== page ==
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4 ways to develop your interpersonal skills for strong and satisfying relationships

Our ability to communicate, understand others’ feelings and perspectives, empathy and leadership skills are all commonly referred to as interpersonal intelligence. In other words, it indicates how good we are at relating to others, from our closest friends and family to colleagues and, more broadly, anyone in our social community, like your morning coffee barista, or the bus driver on your commute. Keep reading for more on how to develop these skills.

When we think about our thinking abilities, we often get caught up in our reasoning or complex problem-solving abilities. Have you ever thought about your social skills though? Our ability to successfully interact with and connect with others is as essential as our analytical skills and is known as our interpersonal intelligence.

But is it something we can nurture, and build on to bring more success and satisfaction to our relationships? Keep reading to find out.

The short answer is yes!

As with all forms of intelligence, we can nurture it, develop the skills and practice implementing these into our relationships. Of course, some of us may have a greater aptitude for connecting with people - exactly as some have a greater aptitude for painting, analysing international stock markets or fixing cars - but there’s nothing that cannot be learned, developed and nurtured throughout our lifespan.

Renowned psychologist Howard Gardner theorised that our intelligence does not just refer to one ability, but we in fact have multiple intelligences - including interpersonal intelligence.

Our intelligence doesn’t just refer to traditional analytical skills, such as logical reasoning or calculation, but is made of all those different skills that make us successful humans in our daily lives. And as we are ‘social animals’, our social and interpersonal skills really make a difference in the way we conduct our lives.

Having good interpersonal skills doesn’t necessarily mean having a large number of friends, being chatty in social situations or being an extroverted person. It’s more about being able to authentically connect with others, to be able to understand what’s going on in their mind and in their world, to understand the reasons behind their behaviour, especially when this looks odd to us, and to be able to adapt our behaviour in response.

It’s about being open to understanding points of view that are different from ours and being able to consider different aspects of a fact or circumstance, by looking from different perspectives.

So, how can we nurture our interpersonal intelligence?

Here are some tips we can try out in everyday life situations.

Try to listen actively: active listening means fully paying attention to what the other person is saying, without interrupting or thinking about what you'll say next. It's not just sitting passively in front of someone who's talking, but nodding, maintaining eye contact, or facing them, to show we are listening and help us stay engaged. Try this next time you're having a heart-to-heart with someone, or even catching up with a colleague.

Exercise empathy: it's not always easy to put ourselves in someone else's shoes, but making an effort to consider others' perspectives and understand their feelings can build strong, supportive relationships and resolve conflicts more effectively. Try to pause before reacting or responding to someone, and take a moment to process what has been said before leaping in with a suggestion, opinion or judgement.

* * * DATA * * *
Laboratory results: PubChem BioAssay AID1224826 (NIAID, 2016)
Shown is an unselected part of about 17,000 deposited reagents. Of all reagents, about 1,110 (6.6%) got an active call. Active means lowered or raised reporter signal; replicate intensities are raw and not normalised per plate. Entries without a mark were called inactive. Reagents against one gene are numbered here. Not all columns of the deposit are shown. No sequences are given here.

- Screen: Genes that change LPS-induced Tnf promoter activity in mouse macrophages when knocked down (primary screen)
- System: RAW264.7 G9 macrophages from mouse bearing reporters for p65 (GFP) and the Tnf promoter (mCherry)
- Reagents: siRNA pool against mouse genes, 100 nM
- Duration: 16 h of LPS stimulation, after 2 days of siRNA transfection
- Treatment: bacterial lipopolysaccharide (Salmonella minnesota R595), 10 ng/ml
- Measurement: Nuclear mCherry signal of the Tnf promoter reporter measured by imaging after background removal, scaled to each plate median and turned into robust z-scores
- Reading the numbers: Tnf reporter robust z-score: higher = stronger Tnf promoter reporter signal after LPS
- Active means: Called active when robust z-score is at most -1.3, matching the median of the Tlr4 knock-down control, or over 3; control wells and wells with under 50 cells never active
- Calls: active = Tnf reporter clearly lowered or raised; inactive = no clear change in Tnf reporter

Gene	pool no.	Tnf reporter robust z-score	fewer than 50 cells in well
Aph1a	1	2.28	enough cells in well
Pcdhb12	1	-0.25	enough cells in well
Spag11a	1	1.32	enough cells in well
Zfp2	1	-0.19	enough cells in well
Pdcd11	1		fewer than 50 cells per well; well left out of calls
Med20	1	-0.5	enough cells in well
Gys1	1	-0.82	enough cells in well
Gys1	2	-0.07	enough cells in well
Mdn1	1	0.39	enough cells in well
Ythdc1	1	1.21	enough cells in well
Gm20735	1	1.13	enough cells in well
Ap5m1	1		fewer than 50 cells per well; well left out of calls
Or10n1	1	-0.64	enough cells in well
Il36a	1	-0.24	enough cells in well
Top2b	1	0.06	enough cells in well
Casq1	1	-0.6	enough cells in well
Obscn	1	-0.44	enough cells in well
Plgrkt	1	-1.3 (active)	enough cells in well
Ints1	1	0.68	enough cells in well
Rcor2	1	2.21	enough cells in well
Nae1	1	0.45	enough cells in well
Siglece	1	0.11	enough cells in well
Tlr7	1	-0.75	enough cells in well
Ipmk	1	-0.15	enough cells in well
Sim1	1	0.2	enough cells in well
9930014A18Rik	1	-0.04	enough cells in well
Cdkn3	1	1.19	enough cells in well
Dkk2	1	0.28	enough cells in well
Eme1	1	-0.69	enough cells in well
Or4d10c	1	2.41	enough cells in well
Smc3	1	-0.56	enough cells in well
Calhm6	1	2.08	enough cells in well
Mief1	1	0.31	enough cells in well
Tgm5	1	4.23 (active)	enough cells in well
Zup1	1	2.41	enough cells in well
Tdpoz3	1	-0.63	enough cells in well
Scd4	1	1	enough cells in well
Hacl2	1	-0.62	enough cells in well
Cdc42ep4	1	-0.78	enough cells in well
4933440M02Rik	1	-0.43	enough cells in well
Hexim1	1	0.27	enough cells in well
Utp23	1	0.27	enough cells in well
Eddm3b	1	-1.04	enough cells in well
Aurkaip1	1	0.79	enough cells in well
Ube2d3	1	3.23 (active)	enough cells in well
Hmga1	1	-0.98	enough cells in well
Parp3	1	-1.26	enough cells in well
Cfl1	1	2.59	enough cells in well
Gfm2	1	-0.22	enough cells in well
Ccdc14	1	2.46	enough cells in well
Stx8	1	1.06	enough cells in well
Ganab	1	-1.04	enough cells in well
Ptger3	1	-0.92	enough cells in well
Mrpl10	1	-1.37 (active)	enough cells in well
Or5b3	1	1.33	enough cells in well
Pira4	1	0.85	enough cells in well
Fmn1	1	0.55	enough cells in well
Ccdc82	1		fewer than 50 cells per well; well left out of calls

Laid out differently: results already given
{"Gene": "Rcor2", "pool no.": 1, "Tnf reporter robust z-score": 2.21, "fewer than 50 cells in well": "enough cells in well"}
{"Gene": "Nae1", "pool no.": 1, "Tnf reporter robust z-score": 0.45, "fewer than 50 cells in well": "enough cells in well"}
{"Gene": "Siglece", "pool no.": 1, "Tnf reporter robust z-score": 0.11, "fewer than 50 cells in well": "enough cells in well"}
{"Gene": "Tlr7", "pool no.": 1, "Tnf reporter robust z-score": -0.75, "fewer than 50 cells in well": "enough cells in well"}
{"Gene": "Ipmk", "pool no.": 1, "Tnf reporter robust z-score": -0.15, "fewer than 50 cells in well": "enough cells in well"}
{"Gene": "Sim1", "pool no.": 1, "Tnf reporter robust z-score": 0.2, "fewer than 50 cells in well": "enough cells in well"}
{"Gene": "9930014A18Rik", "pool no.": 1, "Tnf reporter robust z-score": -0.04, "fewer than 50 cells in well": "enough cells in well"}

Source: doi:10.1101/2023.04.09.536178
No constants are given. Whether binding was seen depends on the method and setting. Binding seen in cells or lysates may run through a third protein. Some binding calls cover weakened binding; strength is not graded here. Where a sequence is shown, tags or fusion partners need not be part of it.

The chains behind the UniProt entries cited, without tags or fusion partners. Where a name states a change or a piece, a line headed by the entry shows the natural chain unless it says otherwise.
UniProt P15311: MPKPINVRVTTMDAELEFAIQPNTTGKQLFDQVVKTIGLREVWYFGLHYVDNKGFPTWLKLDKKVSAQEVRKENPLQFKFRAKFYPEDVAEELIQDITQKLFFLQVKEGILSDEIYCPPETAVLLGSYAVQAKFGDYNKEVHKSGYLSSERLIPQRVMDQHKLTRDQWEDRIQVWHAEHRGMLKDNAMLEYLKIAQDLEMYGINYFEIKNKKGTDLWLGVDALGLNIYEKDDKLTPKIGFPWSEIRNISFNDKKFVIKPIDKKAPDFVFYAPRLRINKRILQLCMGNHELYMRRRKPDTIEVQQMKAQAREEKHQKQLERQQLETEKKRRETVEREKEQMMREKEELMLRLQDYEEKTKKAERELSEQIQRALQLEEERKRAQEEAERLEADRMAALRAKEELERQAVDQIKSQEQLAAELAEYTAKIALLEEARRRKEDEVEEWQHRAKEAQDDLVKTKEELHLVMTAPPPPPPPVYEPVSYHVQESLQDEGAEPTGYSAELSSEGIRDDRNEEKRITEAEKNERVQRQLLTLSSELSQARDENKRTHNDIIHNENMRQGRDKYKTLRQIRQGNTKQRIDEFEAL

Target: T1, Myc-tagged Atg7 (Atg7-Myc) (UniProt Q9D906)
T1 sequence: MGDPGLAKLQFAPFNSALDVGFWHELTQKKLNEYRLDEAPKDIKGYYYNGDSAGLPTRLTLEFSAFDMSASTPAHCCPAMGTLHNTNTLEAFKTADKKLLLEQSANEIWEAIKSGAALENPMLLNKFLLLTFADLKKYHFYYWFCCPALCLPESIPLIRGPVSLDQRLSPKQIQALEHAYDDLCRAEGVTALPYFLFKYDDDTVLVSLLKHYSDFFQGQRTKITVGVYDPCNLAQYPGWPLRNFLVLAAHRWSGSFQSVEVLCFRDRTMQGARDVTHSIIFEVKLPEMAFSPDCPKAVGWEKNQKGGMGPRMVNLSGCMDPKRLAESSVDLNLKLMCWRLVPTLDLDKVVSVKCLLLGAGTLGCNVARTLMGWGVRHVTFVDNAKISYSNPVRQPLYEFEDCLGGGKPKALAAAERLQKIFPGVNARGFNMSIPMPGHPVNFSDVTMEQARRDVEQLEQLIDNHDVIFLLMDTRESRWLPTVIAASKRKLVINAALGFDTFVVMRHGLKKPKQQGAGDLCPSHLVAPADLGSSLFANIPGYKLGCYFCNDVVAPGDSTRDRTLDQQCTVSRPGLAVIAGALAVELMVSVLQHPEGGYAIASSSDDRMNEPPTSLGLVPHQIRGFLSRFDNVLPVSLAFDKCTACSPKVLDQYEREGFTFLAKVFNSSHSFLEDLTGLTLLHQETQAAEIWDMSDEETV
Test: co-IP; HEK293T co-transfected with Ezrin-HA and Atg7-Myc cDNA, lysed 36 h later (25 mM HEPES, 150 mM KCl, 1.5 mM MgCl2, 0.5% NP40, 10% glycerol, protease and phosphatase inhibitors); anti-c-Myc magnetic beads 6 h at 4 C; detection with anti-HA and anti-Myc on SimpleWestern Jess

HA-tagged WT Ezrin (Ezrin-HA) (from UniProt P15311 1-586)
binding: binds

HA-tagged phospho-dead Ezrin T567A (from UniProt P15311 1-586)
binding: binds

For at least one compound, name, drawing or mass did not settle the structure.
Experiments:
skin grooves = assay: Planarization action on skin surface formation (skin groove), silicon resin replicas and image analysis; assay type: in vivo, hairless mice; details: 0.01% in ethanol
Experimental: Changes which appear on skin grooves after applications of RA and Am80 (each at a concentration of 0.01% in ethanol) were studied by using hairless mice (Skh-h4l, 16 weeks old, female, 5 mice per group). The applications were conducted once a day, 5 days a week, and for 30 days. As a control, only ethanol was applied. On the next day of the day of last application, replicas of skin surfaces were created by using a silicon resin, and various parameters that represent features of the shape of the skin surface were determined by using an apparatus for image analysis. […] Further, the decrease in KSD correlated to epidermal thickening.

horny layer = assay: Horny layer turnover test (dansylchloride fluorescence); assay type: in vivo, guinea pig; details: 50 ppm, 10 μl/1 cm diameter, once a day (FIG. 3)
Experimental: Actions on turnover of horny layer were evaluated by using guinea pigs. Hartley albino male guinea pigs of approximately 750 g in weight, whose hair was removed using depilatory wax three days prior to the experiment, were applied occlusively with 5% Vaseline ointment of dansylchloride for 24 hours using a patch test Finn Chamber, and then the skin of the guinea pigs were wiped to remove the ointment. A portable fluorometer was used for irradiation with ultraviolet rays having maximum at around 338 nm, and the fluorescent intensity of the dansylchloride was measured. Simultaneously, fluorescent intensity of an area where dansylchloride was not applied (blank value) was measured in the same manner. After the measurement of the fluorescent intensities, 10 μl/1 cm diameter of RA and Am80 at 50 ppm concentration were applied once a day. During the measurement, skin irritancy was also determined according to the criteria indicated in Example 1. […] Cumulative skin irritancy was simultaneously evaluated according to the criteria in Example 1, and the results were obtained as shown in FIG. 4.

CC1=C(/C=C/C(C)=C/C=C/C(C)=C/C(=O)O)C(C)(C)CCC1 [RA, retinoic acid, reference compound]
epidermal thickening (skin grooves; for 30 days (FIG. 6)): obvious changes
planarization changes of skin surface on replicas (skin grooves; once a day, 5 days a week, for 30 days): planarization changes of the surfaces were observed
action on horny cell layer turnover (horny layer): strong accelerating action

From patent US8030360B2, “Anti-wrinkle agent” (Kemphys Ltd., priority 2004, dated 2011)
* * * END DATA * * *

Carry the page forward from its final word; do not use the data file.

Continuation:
Pay attention to body language: nonverbal cues during a conversation, such as facial expressions, gestures, and posture are a central part of any communication. Noticing these cues in others can help us understand their emotional state and respond appropriately while being aware of our body language can help us express ourselves clearly and effectively. Of course, non-verbal communication that shows disinterest won’t help us, things like checking our watch or phone, looking down or folding our arms can make us seem disinterested or not listening.

Develop your emotional intelligence: being able to recognise and manage your own emotions, and to understand and respond to the emotions of others, is deeply related to our interpersonal intelligence. Emotional intelligence allows us to build stronger relationships and have effective interactions with others. We can do this by developing our self-awareness or learning about our own emotions and their causes, and practising empathy in our relationships. By understanding ourselves, we can begin to manage our emotions effectively, allowing us to interact with natural empathy and less emotional reactions, building our interpersonal skills.

So there’s 4 ways to develop our interpersonal skills to help us maintain strong and satisfying relationships, socially, emotionally and even romantically. It can benefit all relationships from working to socialising to bonding with family, and even new people we meet.

Having strong interpersonal skills can also make us feel a bit more confident in ourselves and our interactions with others - so we’re less likely to end up ruminating about whether we seemed cool, fun, loving or even professional enough!

Building our interpersonal skills takes practice and compassion when we don’t succeed. Don’t expect results overnight, start practising these skills in everyday life as much as you can, and slowly we’ll notice some results. It's an active process we have to take a step at a time, but it’s well worth it to feel the benefits strong and satisfying relationships can have on our wellbeing, mood and day-to-day life!




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